Wicket: Source to Eclipse Using Maven 2

by Tim O'Brien

Wicket graduated from the incubator, or so I've heard. I'm never 100% sure of what has or has not graduated. Anyway, unlike a number of widely used open source libraries, Wicket is easy to checkout from source, compile, install, and have running up in Eclipse because it happens to use Maven 2 as a build system. In other words, you don't have to fish around for instructions on running some byzantine Ant build, it's all summed up by the following commands:

  • svn co http://svn.apache.org/repos/asf/incubator/wicket/trunk wicket

  • cd wicket

  • mvn install eclipse:eclipse

  • (start eclipse...)

  • (File -> Import -> Existing Projects into Workspace) *don't click copy, leave 'em where they are

  • (configure your M2_REPO classpath variable to point to your local repository)

Done - took you maybe 5 minutes start to finish...

And, that's the way it should be. No need to read some readme file to try to figure out what software needed to be installed, or what other projects need to be in what relative directories, etc...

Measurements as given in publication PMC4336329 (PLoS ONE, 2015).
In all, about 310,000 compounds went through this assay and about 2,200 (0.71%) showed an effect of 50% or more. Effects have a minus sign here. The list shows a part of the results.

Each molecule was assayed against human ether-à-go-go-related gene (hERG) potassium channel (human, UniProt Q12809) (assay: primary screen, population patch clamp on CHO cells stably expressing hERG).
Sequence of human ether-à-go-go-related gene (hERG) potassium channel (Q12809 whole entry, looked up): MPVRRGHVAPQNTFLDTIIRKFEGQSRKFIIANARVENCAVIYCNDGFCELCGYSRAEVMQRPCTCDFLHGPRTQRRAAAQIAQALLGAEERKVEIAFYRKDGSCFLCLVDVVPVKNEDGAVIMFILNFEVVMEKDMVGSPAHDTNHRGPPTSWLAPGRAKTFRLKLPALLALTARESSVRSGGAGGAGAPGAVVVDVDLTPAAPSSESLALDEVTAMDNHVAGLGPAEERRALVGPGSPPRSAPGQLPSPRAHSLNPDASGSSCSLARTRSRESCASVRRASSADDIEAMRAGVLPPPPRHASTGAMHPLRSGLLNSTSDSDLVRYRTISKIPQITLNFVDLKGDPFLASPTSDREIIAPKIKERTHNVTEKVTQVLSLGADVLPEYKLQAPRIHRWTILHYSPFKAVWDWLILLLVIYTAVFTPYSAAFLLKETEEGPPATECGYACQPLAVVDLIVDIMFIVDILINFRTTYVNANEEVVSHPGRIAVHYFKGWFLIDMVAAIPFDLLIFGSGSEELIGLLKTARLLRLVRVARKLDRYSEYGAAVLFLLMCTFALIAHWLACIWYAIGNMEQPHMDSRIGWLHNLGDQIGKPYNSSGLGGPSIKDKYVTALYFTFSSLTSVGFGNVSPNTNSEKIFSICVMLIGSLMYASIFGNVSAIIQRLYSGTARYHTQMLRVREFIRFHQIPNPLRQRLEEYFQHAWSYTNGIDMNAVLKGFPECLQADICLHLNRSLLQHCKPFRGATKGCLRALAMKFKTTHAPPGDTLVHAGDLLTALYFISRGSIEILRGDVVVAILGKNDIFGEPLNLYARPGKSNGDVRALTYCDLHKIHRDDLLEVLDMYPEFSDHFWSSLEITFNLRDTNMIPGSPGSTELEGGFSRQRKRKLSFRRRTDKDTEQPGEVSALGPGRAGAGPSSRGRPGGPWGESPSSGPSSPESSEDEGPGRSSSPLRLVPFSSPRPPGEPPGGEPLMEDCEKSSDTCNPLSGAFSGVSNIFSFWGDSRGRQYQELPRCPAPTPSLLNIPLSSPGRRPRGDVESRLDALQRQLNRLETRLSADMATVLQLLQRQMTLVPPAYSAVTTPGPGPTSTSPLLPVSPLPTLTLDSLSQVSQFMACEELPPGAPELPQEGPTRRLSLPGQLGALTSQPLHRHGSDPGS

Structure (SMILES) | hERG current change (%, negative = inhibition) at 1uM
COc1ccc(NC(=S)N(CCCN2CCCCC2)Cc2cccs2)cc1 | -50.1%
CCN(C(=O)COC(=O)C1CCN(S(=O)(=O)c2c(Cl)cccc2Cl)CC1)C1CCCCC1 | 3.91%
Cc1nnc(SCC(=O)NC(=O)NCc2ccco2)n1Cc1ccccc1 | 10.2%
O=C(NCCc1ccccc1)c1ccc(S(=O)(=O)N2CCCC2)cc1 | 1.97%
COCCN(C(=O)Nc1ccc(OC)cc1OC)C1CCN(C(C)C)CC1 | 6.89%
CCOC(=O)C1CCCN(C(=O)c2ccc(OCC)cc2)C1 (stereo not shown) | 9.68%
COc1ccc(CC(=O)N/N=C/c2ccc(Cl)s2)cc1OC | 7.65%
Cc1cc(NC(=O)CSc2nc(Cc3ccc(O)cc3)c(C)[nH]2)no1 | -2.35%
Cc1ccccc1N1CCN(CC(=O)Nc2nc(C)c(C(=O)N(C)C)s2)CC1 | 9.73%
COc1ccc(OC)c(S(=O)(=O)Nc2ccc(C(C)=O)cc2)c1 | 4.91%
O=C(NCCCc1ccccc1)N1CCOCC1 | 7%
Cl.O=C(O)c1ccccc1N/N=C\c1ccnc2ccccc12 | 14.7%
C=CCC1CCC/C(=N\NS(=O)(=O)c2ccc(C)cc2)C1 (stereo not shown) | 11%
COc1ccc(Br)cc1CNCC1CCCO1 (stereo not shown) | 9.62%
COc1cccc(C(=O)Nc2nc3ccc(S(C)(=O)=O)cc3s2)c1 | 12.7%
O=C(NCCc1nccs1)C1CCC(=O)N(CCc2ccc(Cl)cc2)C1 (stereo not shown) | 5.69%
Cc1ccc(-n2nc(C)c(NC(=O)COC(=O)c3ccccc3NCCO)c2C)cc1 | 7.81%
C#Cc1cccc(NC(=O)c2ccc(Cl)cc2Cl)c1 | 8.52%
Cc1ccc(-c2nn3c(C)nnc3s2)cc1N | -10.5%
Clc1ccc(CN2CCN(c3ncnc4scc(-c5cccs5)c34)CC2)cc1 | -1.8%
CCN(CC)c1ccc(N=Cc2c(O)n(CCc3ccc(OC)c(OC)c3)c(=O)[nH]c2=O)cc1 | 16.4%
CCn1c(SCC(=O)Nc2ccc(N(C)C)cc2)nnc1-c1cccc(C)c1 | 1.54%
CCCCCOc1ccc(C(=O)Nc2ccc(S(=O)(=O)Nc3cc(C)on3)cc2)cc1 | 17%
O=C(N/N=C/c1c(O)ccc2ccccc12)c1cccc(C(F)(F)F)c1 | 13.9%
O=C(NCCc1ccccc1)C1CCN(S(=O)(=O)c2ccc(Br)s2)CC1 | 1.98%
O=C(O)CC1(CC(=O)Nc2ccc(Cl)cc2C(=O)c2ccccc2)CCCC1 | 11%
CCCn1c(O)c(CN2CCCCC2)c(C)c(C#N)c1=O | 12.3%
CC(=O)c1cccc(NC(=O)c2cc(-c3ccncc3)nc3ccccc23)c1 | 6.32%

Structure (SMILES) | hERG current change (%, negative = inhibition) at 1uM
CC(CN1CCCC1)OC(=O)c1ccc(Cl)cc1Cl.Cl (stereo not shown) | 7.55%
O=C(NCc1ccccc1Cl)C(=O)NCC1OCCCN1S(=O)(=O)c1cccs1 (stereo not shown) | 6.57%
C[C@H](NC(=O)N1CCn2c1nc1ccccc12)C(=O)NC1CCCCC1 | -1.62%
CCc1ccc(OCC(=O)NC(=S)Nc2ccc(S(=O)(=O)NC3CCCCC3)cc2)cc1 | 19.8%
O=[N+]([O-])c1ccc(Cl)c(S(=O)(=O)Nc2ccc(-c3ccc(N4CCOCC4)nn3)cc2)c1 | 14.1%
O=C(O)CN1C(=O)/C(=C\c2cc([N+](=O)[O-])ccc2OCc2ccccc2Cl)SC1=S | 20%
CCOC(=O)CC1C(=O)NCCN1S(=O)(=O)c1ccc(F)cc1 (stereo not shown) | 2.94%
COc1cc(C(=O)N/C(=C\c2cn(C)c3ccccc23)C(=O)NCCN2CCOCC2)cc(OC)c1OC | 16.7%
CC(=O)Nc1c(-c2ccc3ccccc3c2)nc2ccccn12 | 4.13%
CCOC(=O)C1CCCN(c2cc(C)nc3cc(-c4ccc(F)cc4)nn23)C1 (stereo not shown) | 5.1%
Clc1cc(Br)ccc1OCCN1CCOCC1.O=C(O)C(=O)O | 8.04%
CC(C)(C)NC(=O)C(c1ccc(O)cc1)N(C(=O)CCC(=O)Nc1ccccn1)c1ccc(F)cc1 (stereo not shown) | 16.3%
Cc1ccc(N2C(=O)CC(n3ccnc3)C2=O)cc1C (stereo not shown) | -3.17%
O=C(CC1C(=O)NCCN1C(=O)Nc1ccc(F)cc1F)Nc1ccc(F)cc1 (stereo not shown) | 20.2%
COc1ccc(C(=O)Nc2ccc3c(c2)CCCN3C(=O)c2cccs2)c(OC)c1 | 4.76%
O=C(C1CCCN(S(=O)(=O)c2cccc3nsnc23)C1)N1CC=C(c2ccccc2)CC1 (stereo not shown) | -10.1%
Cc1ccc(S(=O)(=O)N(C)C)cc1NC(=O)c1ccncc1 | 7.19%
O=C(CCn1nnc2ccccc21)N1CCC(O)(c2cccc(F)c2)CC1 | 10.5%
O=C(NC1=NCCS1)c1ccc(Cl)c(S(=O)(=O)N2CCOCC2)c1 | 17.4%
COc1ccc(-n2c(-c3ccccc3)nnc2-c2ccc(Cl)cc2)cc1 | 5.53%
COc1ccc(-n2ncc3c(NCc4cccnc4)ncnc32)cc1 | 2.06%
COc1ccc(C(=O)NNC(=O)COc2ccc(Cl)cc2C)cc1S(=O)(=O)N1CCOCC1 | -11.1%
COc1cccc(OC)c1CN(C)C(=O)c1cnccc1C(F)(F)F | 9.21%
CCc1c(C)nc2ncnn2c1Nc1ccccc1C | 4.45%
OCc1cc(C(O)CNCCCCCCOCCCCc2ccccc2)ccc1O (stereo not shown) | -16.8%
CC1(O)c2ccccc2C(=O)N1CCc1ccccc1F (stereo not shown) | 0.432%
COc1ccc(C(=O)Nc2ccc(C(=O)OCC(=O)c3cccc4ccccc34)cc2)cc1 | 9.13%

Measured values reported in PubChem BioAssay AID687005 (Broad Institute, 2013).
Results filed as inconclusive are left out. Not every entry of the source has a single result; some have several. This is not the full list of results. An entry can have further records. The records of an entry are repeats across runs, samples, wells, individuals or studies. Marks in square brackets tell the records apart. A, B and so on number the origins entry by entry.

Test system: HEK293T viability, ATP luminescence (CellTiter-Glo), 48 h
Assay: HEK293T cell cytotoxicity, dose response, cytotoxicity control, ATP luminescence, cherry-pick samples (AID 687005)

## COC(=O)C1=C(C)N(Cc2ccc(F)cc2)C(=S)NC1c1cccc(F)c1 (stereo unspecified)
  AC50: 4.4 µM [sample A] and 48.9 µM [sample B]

maven 2 just works.

Update 9:09 PM: Thanks to Mr. Locke for correctly pointing out that I left out the import projects step in the comments.


Jonathan Locke
2007-07-21 18:44:48
You left out the final import projects step in Eclipse. One tiny hint for mac users there. Do not EVER check that box that says "copy projects into workspace"! Eclipse will set your file attributes wrong and everything will go haywire. Just import the projects in place without copying them and you'll be fine.
Eelco Hillenius
2007-07-21 19:18:09
Yep, Wicket graduated. We hope to make a little bit more noise when we actually get the top level domain working.

An alternative way to get your project started when you're using Maven 2 is to include this in your pom: